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Imminent Collapse Kickin’ My Hass

By Bill Andrews
ASSOCIATE CAMPUS LIFE EDITOR

Pity me, friend. My HASS classes are hard.

If you don’t remember your MIT lingo, HASS stands for Humanities, Arts, and Social Sciences. If a class isn’t science, engineering, or math, then we call it a HASS class (and they rhyme). We’re funny like that @mit.edu. Furthermore, there is the unspoken agreement that HASS classes aren’t real classes; they’re not the meat and potatoes of the ’tvte. 8.02? Real. 18.03? A little too real. 21W.345? Not real: HASS.

The administration should take some blame for this, since there’s only one course number for all six humanities disciplines. As a result, most HASSes have that annoying letter smack in the middle, alerting others to the presence of fakeness, and even which kind of fakeness. We’ve got anthropology fakeness, foreign language fakeness, history, literature, music, theater, and writing fakenesses. Quite a variety.

But for once, I can’t pin the blame solely on the administration, since most of us are to blame as well. It all began for me during Campus Preview Weekend many years ago.

My host had an acting class to go to, but said to me, “It’s no big deal, it’s in Kresge.” My prefrosh n00bishness must have appeared on my face, and he further explained, “Kresge’s that weird building over there. Just for future reference, you have your real classes over there,” and he pointed at the Infinite, “and your fake classes over here,” and he pointed at Kresge. For years I agreed, as did my peers, that HASS classes were, indeed, fake. Alas, for simpler days!

My schedule this semester is punishing me for all those years of disbelief. Suffice it to say I’m taking more HASSes and fewer sciences than normal. It just worked out that way. And as it turns out, these HASSes are pretty hard! I’ve already pulled a few all-nighters, and I’m working all the time. When I’m not reading newspapers (two subscriptions required for one class) or books (“read this book by next class, please,” in two different classes), or writing essays, I’m watching movies.

Reading and watching movies for classes ain’t that great. I compare it to going to a nude beach. The way it works is, imagine all the people in the world you’ve never wanted to see naked; these are the people waiting for you at a nude beach, probably with folks you forgot to think about. So it is with movies and reading — it’s almost never something you might actually want to watch or read.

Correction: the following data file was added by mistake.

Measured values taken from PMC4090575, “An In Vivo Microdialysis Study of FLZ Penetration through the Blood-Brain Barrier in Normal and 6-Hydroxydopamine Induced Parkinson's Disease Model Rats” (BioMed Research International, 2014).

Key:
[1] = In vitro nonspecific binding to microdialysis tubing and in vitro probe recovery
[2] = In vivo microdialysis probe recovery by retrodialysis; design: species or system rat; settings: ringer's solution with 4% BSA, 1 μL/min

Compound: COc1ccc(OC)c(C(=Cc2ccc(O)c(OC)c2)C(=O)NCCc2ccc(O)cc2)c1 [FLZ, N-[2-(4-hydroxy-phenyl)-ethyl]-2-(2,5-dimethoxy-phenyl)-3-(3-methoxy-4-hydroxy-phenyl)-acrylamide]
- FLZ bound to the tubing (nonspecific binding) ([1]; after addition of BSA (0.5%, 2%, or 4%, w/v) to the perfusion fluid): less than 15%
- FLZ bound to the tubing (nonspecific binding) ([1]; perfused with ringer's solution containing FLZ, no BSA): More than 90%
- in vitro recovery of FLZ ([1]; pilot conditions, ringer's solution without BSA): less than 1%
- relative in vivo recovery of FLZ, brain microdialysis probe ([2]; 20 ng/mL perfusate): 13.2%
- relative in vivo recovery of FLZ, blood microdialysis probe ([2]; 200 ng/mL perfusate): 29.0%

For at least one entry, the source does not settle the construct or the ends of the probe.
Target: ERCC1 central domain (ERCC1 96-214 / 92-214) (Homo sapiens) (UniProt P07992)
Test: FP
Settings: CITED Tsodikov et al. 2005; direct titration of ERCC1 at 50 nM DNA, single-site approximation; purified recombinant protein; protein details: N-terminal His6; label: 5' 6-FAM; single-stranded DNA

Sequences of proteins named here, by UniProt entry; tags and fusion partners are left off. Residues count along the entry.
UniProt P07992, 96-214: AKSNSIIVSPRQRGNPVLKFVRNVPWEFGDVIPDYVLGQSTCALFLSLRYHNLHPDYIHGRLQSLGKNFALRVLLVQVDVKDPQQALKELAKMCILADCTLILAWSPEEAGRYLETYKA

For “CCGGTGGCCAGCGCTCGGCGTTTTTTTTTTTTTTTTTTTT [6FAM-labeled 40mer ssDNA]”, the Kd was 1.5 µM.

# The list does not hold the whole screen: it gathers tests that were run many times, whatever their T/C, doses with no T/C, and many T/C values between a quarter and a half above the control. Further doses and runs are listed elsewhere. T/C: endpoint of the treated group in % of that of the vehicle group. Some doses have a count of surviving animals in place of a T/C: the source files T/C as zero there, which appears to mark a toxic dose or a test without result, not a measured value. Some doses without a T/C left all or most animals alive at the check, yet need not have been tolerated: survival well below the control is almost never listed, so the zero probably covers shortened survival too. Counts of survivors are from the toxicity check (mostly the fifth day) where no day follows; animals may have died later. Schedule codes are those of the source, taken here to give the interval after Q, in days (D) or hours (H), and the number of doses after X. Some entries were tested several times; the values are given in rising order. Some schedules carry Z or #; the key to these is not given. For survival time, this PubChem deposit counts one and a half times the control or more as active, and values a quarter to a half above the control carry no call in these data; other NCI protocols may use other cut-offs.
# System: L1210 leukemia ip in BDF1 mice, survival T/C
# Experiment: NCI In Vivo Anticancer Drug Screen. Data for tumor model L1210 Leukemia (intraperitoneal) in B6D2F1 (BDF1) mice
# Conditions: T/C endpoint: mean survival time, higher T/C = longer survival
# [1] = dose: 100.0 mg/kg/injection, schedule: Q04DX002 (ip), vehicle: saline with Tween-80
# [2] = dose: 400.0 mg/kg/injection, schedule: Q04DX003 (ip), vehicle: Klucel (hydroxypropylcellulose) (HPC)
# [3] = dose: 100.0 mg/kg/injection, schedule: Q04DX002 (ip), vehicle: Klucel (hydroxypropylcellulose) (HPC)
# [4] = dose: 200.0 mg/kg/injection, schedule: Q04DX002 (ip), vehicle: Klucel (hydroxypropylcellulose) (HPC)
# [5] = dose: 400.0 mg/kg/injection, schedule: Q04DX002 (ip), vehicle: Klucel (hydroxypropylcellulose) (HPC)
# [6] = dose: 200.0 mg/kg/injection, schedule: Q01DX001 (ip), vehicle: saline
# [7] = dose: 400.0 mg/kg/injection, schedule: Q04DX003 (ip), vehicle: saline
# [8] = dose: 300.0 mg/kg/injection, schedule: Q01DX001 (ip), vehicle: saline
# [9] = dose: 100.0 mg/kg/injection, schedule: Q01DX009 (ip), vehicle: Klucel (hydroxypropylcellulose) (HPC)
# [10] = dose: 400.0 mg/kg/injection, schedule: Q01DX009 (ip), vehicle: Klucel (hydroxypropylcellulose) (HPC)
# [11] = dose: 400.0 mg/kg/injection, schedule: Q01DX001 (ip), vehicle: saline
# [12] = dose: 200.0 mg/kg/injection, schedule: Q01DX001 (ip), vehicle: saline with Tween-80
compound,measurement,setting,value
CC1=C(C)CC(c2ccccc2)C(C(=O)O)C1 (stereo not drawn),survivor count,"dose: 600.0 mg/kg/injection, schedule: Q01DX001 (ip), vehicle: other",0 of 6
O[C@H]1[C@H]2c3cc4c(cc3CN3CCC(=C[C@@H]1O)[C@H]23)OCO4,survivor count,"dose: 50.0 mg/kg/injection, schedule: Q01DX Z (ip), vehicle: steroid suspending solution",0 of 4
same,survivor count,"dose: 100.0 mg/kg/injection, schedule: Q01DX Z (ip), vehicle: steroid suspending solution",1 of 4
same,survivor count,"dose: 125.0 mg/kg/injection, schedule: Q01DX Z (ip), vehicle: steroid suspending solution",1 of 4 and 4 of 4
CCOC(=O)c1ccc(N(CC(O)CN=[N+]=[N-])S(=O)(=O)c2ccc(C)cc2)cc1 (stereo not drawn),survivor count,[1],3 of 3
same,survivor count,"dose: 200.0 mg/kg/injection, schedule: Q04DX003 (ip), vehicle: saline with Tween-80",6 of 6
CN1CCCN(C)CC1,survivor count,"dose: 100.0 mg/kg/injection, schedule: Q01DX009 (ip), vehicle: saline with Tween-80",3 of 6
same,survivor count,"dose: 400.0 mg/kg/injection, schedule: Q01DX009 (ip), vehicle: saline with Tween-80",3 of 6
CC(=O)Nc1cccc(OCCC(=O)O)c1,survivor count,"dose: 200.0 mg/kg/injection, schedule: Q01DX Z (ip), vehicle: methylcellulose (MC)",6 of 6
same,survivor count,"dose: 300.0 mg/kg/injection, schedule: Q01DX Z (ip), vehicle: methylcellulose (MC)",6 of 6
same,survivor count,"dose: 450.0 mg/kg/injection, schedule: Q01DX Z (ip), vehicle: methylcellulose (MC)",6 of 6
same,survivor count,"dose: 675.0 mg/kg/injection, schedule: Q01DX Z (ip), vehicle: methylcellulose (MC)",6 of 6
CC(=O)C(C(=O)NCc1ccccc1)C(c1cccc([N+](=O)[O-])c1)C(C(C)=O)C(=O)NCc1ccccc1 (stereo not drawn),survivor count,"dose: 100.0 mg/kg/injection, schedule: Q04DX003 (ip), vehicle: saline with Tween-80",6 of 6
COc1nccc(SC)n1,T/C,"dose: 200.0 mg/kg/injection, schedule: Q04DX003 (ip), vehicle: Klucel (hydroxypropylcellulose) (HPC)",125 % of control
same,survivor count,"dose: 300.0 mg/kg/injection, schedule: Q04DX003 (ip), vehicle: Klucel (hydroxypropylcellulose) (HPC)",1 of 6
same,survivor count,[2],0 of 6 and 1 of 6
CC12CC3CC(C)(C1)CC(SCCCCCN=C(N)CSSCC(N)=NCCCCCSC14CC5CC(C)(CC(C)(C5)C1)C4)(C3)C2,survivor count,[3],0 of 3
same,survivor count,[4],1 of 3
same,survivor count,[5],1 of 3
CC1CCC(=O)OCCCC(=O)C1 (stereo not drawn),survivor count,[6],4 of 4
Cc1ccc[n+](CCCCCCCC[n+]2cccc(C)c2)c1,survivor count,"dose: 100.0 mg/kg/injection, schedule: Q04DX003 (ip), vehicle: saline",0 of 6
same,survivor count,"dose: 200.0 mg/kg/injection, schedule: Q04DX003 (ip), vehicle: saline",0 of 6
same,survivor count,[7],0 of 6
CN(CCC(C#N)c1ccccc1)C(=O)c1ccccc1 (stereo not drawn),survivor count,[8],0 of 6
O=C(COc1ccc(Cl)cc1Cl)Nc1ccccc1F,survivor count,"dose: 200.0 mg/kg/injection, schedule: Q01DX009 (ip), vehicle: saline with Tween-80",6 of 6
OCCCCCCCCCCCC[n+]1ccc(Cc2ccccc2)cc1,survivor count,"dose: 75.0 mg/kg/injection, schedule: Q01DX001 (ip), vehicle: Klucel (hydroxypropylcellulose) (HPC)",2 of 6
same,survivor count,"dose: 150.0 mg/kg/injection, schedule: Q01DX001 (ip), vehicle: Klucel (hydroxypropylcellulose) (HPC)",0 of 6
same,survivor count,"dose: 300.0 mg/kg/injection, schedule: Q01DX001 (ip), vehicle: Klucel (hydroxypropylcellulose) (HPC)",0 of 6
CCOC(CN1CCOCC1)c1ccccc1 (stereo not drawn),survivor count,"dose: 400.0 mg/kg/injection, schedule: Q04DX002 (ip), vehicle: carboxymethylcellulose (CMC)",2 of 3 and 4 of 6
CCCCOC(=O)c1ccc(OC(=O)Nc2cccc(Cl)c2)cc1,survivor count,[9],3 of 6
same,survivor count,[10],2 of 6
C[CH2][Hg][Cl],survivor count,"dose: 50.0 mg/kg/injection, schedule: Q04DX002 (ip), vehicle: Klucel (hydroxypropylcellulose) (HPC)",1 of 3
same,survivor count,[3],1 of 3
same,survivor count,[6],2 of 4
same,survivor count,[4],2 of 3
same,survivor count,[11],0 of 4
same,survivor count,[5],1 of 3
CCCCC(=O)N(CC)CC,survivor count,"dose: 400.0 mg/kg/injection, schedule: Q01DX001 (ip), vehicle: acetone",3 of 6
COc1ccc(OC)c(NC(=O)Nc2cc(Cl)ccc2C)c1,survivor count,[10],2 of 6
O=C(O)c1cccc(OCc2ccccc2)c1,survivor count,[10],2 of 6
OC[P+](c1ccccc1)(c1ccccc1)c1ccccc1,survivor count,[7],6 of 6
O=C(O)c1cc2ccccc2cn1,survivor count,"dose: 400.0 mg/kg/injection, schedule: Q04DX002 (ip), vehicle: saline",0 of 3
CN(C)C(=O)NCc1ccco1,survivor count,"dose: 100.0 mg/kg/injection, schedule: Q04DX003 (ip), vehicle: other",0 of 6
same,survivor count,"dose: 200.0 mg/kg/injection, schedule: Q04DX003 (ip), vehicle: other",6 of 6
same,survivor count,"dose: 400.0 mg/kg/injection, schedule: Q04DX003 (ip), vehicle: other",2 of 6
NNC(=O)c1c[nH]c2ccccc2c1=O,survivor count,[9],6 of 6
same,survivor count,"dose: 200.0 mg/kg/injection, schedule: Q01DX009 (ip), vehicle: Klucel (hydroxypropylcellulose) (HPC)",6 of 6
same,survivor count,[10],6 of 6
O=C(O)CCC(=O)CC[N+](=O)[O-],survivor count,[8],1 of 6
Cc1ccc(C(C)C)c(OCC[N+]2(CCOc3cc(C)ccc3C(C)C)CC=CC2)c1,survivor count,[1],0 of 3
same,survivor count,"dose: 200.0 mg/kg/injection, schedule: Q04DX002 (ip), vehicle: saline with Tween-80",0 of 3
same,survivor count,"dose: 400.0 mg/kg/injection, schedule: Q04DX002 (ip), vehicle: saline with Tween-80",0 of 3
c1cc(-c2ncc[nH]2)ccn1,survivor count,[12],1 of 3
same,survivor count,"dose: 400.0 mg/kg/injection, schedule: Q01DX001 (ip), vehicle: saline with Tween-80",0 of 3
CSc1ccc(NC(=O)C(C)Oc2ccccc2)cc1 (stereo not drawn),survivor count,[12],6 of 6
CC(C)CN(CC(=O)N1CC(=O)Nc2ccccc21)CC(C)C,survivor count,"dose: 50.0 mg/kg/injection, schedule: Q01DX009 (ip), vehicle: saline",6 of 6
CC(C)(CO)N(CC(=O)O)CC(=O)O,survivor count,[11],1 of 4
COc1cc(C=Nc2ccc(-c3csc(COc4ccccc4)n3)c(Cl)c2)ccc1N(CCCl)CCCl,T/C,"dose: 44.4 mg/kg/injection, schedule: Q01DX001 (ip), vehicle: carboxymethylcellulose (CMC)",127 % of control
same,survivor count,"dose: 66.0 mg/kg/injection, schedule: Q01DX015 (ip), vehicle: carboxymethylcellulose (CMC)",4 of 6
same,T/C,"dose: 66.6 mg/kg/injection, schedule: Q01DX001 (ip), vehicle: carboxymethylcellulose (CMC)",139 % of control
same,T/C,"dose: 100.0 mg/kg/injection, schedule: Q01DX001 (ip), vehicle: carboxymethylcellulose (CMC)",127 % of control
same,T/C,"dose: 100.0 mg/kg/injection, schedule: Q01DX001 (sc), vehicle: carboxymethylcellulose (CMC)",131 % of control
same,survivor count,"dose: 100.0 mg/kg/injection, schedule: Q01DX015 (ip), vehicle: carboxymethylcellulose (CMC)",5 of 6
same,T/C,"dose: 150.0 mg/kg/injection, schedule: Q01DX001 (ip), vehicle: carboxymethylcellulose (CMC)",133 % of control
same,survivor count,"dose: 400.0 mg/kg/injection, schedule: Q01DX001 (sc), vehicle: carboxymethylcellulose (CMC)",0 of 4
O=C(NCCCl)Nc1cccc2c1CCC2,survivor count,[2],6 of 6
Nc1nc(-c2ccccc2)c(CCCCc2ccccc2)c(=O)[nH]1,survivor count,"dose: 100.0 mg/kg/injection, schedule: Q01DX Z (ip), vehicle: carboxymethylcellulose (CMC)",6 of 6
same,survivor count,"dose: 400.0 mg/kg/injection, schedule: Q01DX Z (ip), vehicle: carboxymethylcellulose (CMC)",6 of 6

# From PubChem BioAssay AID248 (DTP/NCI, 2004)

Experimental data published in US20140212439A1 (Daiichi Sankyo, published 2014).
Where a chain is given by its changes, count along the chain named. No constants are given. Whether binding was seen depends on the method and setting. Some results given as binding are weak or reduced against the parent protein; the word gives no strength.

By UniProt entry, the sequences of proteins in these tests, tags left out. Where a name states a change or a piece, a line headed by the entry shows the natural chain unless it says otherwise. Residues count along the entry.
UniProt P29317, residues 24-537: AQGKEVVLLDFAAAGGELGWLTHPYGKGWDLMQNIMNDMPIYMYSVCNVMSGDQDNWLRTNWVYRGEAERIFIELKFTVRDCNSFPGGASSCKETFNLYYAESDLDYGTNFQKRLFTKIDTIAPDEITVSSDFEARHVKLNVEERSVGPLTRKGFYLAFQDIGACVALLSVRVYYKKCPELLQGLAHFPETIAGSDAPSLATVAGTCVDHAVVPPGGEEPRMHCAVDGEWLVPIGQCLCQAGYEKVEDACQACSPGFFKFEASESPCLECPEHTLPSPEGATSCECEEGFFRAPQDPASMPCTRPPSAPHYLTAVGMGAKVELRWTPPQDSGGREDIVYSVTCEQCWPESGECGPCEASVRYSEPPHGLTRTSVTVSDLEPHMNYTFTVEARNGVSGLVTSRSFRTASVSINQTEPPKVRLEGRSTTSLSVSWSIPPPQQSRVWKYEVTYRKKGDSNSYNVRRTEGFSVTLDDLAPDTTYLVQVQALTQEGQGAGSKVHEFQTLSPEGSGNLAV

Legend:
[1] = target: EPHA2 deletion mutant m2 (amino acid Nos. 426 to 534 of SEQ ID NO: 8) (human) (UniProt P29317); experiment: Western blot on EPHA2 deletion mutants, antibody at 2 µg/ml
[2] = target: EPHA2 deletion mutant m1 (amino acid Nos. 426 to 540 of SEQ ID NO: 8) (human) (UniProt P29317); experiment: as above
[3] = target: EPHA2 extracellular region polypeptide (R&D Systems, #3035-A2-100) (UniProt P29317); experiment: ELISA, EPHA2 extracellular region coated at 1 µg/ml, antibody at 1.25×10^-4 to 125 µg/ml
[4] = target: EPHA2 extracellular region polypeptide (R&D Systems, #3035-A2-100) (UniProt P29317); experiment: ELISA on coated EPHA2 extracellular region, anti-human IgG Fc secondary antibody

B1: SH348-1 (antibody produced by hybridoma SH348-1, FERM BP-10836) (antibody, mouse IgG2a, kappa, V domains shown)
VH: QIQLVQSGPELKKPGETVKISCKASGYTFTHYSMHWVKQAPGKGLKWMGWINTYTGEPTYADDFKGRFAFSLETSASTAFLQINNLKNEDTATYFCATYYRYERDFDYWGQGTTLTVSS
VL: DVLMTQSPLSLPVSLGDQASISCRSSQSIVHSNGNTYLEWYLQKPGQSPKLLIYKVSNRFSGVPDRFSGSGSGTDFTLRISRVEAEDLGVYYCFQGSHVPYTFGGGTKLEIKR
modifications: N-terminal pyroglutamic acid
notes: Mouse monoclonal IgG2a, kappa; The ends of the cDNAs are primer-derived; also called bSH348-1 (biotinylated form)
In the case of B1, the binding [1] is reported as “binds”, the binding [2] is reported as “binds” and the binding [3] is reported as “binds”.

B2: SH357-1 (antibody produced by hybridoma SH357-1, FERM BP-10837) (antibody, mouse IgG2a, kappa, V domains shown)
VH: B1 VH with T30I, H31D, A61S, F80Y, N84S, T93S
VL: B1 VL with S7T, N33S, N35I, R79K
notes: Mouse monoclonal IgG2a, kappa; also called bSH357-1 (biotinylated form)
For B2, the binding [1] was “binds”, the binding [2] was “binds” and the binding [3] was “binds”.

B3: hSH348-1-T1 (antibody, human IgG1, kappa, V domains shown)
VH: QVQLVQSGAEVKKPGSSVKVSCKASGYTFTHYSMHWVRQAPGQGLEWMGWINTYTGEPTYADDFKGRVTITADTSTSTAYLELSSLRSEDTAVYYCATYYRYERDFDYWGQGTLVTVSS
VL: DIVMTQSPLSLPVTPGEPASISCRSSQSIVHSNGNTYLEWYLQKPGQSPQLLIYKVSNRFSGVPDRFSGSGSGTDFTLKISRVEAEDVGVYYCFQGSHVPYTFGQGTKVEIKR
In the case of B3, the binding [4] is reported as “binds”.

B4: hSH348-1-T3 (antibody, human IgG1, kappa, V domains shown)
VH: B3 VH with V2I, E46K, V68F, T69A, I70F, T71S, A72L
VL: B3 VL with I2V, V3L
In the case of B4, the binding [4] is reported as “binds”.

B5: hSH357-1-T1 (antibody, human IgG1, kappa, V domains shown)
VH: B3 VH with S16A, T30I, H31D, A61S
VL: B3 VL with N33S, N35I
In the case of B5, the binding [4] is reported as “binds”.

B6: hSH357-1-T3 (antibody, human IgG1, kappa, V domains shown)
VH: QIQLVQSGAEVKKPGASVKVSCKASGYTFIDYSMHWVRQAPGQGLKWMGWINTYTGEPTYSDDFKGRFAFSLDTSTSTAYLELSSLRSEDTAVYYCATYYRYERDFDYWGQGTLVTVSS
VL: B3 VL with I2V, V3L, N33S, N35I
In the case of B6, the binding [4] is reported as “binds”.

Adding insult to injury, there’s usually work to do after the activity, so not only do you have to watch four movies in one week (eight hours right there), you then have to write a few essays about them. It gets so you start missing the good ol’ straight–forwardness of problem sets.

By now, you’re probably thinking, “Yeah, okay Bill, you have to watch four movies and write essays, but I have to…” followed by the insane amount of work you have. We MIT kids know this game well and never hesitate to compete with each other. It brings us a kind of masochistic joy — we have all this work, but at least we can brag about it. Which is all fine and good, but therein lies my biggest problem: I have all this work to do for my HASSes, and I can’t even complain about it!

The moment I try to speak up at one of our peculiar competitions, someone else says, “Yeah, but that doesn’t count, it’s for a HASS.” Like the Trix bunny, I hear nothing but, “Silly Bill, humanities aren’t for real.” Even now, part of me understands that others’ workloads might really be harder and more brain–busting, because after all, they deal with math, engineering, and science. Hard stuff!

At the same time, of course, I could challenge any of my competitors to write a few 15-page arguments comparing rhetoric to truth and see how much they like it. Or to keep informed about pretty much everything that’s reported on these days, see if they think it’s fake work after that. But of course I won’t, because I don’t want to get beat up by the hard core “I work harder than you” MIT student.

So as I said, pity me friend. My classes are hard, and I am denied the privilege given to all MIT students of complaining about them.

Even with these few words, I run the risk of seeing a letter to the editor decrying my situation, “Mr. Andrews doesn’t seem to know just how hard engineering classes really are; he would do well to remember where he is, and stop acting like some Ivy League wannabe.” Just remember, friends, it can be a harsh world sometimes, even without math and science.